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Changi Airport Group Cautions Public on Scam Calls Over Viber

On Wednesday (Aug 21), the Changi Airport Group (CAG) released an advisory regarding cases of scam calls made through Viber, which ask individuals for their bank account numbers to claim a prize in the ‘Be a Changi Millionaire’ promotion.

Changi authorities have already received nine reports of such scam calls through Viber. Security investigation launched by CAG has revealed that the perpetrators of the scam would contact their potential victim using a Viber account with an on-screen display image taken from the ‘Be a Changi Millionaire’ campaign advertisement.

Screengrab of the Changi Millionaire Website

Changi Airport Group Urges Public to Report Scam Calls Over Viber

Authorities explained that after these calls have been answered, the scammer would ask the victim a number of questions and request for information, including the recipient’s bank account number as a condition for receiving a cash prize.

Interestingly, some of the recipients of the call did not even participate in the Millionaire promotion launched by the company.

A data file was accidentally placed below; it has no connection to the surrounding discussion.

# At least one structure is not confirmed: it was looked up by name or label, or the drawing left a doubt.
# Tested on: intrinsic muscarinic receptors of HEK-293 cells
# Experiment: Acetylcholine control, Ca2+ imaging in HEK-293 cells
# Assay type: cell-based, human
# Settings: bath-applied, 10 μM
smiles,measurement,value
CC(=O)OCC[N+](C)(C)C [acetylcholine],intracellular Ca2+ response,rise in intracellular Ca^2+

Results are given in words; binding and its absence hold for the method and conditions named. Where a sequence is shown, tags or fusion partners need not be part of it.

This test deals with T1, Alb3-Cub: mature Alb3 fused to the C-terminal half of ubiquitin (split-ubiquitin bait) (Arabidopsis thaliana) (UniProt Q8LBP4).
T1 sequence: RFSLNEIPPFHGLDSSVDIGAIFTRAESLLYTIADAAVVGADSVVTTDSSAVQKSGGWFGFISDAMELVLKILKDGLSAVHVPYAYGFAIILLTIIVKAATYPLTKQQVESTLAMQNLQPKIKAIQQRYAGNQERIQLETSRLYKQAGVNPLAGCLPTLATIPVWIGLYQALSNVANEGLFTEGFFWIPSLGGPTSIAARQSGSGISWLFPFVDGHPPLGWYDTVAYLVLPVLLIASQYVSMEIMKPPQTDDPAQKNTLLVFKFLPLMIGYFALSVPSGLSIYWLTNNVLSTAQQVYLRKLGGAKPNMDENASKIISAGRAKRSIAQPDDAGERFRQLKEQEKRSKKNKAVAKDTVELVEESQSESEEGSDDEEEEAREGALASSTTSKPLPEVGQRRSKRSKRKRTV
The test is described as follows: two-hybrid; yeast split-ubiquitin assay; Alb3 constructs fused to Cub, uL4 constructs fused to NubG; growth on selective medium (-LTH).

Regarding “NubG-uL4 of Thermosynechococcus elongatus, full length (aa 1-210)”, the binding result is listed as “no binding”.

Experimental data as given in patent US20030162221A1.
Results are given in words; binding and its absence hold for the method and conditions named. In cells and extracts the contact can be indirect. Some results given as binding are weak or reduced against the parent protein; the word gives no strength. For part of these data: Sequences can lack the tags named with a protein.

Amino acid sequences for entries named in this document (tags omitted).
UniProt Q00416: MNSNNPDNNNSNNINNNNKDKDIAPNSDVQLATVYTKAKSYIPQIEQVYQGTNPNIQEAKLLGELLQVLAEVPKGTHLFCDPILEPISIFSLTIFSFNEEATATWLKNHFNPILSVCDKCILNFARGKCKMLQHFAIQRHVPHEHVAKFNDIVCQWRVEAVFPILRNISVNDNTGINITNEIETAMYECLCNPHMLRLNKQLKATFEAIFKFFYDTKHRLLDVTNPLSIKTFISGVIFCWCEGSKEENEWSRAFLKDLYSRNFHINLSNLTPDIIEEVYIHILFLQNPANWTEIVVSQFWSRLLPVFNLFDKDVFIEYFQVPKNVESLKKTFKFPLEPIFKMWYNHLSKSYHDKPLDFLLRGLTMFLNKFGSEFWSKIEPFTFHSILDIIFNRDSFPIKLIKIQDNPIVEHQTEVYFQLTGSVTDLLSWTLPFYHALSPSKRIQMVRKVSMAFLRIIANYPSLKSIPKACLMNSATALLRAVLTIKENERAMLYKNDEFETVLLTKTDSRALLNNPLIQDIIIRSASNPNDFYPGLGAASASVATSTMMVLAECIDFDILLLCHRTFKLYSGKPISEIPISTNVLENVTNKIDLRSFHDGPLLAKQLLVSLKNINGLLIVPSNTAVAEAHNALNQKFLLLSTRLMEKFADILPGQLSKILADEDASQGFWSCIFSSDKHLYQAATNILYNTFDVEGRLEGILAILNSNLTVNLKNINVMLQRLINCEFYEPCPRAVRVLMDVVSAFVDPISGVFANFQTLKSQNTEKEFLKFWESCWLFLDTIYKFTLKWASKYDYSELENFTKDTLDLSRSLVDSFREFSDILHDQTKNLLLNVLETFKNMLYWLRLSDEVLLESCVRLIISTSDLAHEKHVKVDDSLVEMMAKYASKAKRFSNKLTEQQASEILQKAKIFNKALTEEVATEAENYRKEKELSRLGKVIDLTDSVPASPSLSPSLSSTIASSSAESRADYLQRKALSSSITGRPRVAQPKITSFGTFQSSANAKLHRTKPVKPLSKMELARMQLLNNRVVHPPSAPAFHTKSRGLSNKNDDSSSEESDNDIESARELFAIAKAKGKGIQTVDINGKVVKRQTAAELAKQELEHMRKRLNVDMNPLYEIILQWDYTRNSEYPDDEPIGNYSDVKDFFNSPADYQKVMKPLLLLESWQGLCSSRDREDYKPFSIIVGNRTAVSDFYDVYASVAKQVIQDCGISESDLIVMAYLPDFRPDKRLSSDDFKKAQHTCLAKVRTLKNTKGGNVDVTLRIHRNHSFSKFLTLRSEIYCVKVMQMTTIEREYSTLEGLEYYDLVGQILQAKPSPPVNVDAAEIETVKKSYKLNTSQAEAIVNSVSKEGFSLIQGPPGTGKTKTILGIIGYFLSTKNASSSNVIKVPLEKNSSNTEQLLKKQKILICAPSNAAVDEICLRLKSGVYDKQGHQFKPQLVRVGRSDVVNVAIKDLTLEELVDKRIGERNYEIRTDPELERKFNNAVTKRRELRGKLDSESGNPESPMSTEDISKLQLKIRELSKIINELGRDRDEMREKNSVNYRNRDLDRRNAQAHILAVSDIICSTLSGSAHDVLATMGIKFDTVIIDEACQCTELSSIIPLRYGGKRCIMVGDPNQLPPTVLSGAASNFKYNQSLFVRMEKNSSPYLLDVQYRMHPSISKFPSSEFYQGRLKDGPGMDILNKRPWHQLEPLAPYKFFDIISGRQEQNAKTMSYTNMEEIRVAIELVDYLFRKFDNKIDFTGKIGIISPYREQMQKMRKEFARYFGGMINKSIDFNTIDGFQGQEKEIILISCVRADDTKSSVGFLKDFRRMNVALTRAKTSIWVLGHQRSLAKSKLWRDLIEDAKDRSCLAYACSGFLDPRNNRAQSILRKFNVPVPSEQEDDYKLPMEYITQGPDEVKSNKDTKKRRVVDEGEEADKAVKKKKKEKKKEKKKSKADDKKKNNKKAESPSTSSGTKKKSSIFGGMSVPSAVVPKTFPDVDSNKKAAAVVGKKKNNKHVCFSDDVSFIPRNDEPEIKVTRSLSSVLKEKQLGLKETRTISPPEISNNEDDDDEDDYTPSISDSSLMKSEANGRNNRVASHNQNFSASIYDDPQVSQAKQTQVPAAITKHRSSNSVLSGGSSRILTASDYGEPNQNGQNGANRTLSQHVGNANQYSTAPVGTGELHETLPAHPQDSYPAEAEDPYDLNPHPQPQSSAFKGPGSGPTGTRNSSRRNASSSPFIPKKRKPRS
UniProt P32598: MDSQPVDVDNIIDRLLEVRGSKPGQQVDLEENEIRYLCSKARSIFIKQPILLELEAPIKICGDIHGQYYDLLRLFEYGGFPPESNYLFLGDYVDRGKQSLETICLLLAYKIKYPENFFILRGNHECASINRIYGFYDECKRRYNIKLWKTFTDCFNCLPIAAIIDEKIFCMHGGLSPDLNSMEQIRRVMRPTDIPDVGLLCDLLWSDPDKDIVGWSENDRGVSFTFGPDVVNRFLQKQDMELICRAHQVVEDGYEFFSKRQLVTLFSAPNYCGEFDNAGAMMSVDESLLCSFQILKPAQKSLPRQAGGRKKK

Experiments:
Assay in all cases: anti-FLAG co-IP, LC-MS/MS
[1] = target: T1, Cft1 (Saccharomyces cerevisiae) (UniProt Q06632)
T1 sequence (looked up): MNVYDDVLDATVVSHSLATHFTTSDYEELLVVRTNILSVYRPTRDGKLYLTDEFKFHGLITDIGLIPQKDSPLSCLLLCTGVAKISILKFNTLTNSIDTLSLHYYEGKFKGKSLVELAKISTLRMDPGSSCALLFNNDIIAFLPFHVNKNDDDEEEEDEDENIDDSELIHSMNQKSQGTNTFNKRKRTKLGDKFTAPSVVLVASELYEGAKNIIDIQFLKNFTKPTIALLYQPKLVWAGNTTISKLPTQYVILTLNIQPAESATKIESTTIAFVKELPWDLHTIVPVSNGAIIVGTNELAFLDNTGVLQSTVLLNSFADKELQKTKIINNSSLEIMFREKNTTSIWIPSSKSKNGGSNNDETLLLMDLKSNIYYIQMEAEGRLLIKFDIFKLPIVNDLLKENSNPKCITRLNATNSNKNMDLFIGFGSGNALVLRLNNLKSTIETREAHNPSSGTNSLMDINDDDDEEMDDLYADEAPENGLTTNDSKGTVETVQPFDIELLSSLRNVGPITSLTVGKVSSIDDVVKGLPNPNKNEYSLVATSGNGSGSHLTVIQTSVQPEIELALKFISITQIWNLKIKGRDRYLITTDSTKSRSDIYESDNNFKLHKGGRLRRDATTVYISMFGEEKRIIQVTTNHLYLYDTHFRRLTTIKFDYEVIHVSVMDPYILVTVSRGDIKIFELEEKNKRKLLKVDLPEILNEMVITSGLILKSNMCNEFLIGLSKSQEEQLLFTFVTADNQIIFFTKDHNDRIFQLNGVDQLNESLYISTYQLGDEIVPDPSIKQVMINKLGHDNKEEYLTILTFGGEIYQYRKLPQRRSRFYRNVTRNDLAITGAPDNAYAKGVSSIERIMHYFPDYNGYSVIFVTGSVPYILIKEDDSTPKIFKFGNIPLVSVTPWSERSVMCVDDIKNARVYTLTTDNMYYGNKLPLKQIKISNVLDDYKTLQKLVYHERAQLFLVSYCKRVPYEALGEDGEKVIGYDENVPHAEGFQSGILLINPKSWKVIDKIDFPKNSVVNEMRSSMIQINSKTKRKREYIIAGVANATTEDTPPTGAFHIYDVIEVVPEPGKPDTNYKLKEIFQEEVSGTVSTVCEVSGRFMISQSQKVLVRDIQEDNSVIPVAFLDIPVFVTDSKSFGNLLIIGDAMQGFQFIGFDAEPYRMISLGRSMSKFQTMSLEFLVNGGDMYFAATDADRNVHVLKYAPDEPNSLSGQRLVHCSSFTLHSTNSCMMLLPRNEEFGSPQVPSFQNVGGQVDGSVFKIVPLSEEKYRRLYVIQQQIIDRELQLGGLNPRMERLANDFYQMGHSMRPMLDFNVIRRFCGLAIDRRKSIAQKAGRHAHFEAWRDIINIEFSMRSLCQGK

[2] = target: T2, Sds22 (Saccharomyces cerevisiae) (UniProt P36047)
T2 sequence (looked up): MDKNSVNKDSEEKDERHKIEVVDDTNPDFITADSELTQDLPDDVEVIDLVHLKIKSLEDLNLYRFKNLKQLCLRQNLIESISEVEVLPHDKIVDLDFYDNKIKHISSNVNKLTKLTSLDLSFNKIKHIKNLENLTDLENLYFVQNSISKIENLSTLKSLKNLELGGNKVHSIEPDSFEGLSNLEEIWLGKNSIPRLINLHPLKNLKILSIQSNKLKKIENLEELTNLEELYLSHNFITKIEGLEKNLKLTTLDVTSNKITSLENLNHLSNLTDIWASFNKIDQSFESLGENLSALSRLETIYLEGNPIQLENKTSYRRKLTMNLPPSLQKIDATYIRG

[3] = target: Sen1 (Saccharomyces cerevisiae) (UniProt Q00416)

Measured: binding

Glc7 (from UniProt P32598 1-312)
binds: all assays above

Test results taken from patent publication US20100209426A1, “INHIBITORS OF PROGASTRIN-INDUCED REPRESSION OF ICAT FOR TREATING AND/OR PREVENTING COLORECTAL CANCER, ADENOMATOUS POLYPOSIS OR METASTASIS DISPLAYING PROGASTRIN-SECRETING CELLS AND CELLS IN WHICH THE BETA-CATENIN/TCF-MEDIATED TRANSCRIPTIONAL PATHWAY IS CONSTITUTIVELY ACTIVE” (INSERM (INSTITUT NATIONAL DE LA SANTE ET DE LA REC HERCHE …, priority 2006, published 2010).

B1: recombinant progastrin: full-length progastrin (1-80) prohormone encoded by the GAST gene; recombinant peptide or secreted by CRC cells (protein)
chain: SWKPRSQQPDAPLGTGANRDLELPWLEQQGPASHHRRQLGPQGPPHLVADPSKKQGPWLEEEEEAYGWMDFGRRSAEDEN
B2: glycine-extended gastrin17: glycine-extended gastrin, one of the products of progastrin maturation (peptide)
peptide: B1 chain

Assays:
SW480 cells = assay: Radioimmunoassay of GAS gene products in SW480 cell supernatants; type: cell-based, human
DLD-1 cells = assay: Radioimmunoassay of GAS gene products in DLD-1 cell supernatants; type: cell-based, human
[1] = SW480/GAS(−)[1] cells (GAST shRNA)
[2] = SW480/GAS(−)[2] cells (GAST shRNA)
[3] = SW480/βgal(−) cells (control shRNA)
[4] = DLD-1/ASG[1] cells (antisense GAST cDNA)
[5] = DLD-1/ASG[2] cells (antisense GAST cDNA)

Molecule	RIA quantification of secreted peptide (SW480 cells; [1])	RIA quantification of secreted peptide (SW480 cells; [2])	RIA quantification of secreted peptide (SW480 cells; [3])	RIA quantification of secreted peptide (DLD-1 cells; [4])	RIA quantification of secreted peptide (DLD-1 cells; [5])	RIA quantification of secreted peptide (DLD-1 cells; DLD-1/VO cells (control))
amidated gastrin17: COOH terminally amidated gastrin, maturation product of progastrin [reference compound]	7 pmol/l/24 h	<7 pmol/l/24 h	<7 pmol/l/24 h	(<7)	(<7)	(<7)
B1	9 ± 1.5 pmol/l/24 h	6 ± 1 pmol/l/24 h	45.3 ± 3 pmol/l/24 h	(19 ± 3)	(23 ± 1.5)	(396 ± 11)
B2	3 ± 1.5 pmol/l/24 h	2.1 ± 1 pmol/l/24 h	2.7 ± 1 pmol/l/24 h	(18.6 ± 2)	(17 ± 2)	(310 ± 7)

Regarding the matter, the Changi Airport Group clarified that they would not contact Millionaire participants to ask for their details – such as bank account or identification numbers – over the phone.

That being said, members of the public who have received suspicious calls, e-mails or other communications purportedly from Changi Airport Group or its representatives were advised to report the incident via millionaire@changiairport.com or 9658-5945.

The CAG reaffirmed its commitment to protecting its customers’ information and will not contact participants in the ‘Millionaire’ draw to ask for details such as bank account or identification numbers over the phone.

Accordingly, the CAG has reported the matter to the police. A ‘phone scam’ alert has also been posted on Changi Airport’s digital and social media channels.

The scam alert was raised following a report from the police on Wednesday (August 21) that 92 cases of China officials impersonation scams were received from January to May this year, with at least $5.3 million cheated from victims.

Any suspicious claims, announcements, or notifications made or offered whether by phone, e-mail, or SMS, should immediately be reported to the police or at least verified with the concerned officials or company representatives.

Failure to report such cases can be considered misconduct, especially in Singapore, where the government has expressed serious intent in curbing incidences of fake news circulating online at the start of this year.

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